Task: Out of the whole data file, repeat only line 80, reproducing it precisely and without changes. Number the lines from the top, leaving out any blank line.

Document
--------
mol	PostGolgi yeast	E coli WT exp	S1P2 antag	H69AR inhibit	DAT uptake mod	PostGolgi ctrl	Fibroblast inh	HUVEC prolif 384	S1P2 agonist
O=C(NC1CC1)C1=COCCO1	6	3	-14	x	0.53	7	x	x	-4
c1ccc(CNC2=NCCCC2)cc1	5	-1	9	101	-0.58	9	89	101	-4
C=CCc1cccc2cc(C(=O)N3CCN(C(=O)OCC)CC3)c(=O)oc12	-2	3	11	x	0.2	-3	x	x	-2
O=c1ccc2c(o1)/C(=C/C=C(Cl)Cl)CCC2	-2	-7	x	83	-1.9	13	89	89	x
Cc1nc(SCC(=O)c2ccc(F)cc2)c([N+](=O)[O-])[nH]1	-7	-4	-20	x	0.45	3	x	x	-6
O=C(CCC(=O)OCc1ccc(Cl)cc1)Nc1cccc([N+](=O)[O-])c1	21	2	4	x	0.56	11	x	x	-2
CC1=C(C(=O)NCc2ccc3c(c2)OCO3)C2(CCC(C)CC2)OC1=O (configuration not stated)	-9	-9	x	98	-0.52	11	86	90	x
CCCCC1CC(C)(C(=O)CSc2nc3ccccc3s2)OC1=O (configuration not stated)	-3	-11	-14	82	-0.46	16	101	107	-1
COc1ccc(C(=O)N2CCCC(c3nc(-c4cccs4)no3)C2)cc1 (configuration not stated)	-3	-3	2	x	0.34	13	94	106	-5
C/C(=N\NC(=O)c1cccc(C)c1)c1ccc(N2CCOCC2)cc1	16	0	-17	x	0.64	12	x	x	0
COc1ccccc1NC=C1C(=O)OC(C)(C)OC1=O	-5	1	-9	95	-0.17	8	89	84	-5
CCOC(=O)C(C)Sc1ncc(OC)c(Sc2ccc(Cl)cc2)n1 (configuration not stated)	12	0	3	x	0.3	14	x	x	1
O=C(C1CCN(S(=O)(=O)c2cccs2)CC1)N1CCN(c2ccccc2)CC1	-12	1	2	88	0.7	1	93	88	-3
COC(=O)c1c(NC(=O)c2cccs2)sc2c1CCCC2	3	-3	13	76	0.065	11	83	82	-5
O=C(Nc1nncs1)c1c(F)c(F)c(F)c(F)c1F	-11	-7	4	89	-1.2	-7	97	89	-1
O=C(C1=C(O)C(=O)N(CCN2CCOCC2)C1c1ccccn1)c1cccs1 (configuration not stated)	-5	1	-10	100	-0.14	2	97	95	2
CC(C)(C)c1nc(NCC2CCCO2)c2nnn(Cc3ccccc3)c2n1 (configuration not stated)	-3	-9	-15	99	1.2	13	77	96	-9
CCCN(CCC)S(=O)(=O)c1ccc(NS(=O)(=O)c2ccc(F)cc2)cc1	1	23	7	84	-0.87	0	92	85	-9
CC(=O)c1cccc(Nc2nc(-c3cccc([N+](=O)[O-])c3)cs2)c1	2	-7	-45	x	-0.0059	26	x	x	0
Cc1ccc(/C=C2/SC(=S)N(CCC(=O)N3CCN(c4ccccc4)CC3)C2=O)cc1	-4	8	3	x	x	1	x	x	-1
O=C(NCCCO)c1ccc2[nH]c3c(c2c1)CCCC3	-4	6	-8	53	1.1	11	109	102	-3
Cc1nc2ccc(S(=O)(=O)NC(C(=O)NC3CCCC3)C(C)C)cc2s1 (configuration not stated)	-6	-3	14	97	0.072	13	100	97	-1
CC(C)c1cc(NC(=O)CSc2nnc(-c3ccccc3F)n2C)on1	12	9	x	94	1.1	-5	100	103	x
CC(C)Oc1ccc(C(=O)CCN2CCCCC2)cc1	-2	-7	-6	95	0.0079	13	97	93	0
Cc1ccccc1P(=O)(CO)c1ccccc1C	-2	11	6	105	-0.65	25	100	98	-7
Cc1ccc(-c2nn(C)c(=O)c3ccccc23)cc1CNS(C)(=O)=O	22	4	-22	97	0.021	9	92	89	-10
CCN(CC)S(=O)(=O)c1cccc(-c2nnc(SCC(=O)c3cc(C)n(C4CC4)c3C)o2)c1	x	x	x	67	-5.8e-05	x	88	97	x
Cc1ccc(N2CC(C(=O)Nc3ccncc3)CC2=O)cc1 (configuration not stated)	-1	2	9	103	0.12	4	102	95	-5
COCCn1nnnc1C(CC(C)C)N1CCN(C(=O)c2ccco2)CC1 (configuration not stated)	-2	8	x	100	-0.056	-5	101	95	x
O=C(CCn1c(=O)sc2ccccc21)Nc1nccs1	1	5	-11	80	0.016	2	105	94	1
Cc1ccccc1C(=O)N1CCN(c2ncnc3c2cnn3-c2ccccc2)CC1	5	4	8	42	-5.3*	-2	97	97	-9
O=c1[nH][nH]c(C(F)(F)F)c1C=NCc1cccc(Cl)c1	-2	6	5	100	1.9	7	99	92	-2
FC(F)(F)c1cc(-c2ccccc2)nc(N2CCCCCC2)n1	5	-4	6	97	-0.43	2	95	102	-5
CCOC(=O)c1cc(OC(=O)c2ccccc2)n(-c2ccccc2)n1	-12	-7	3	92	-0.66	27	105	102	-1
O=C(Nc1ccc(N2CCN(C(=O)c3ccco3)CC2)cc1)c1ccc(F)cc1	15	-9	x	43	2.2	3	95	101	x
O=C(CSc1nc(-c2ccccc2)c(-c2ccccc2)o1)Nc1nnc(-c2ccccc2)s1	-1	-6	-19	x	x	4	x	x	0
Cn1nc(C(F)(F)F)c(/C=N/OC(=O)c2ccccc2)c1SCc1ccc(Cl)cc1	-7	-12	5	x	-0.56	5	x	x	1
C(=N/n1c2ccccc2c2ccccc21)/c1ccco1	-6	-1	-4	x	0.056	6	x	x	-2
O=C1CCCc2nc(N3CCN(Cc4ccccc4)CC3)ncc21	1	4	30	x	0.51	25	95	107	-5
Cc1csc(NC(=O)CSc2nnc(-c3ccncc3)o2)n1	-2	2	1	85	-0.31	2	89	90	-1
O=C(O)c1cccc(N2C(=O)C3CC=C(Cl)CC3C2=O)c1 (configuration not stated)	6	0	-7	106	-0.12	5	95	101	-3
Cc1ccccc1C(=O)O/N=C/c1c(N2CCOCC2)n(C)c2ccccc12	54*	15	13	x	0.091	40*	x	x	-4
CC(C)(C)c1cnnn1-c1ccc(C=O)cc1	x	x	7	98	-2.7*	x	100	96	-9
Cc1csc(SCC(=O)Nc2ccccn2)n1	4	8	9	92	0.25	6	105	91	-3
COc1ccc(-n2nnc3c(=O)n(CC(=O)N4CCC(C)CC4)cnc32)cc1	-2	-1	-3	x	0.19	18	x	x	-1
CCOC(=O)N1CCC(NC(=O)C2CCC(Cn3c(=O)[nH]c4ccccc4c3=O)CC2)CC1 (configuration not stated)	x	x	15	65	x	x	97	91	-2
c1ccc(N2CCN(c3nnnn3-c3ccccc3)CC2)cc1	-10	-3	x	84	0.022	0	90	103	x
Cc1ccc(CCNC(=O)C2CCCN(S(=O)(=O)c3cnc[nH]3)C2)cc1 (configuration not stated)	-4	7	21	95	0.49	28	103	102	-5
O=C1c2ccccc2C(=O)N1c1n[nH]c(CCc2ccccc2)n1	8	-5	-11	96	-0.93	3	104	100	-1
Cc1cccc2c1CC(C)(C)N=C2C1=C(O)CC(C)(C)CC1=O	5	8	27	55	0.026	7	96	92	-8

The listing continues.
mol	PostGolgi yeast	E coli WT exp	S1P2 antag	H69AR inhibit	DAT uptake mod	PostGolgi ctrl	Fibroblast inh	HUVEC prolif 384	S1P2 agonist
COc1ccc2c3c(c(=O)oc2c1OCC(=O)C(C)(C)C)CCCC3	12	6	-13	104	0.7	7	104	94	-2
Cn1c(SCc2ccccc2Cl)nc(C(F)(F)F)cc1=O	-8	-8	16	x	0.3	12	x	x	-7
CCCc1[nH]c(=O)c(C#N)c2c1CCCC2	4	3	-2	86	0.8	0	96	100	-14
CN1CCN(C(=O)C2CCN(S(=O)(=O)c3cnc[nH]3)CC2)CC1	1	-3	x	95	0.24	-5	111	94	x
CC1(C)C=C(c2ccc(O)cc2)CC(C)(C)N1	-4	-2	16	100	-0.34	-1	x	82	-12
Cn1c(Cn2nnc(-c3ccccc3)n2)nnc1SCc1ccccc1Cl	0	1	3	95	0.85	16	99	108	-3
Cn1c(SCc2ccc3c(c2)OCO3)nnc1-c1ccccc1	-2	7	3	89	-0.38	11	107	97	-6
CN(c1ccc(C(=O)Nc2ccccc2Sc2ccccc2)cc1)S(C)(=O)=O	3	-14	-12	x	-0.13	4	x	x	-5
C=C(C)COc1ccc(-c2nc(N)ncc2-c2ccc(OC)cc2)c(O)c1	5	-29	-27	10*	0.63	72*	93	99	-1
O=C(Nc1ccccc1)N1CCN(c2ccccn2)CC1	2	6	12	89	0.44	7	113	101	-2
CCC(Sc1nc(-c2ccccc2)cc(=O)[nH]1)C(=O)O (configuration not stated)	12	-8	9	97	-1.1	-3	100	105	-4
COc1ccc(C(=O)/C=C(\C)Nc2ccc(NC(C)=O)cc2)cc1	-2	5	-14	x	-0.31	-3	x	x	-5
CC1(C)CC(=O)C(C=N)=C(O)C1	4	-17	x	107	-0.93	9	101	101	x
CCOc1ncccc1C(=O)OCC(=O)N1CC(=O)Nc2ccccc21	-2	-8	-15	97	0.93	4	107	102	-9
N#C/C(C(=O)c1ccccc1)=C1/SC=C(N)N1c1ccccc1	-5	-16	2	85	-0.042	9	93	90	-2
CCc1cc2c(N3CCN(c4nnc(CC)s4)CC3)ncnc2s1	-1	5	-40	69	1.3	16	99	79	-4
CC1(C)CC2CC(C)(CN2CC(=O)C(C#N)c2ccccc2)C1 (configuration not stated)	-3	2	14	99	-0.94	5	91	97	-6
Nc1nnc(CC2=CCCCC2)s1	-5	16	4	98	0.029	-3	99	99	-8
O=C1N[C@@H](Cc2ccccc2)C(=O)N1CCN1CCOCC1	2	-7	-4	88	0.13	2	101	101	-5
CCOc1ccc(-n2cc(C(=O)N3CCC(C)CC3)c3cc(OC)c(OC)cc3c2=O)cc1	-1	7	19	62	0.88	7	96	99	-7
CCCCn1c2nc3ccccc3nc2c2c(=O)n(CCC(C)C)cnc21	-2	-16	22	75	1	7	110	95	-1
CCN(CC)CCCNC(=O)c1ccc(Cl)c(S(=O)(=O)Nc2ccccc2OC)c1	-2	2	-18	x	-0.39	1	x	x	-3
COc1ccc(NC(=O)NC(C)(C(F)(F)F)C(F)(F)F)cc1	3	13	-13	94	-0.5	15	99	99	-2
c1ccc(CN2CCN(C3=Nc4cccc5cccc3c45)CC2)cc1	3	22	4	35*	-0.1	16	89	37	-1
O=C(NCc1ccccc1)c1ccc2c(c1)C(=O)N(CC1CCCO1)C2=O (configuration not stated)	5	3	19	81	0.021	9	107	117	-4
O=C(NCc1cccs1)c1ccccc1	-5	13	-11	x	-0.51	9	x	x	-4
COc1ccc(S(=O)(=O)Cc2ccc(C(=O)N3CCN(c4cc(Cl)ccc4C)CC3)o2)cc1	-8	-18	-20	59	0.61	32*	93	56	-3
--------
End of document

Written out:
COc1ccc(S(=O)(=O)Cc2ccc(C(=O)N3CCN(c4cc(Cl)ccc4C)CC3)o2)cc1	-8	-18	-20	59	0.61	32*	93	56	-3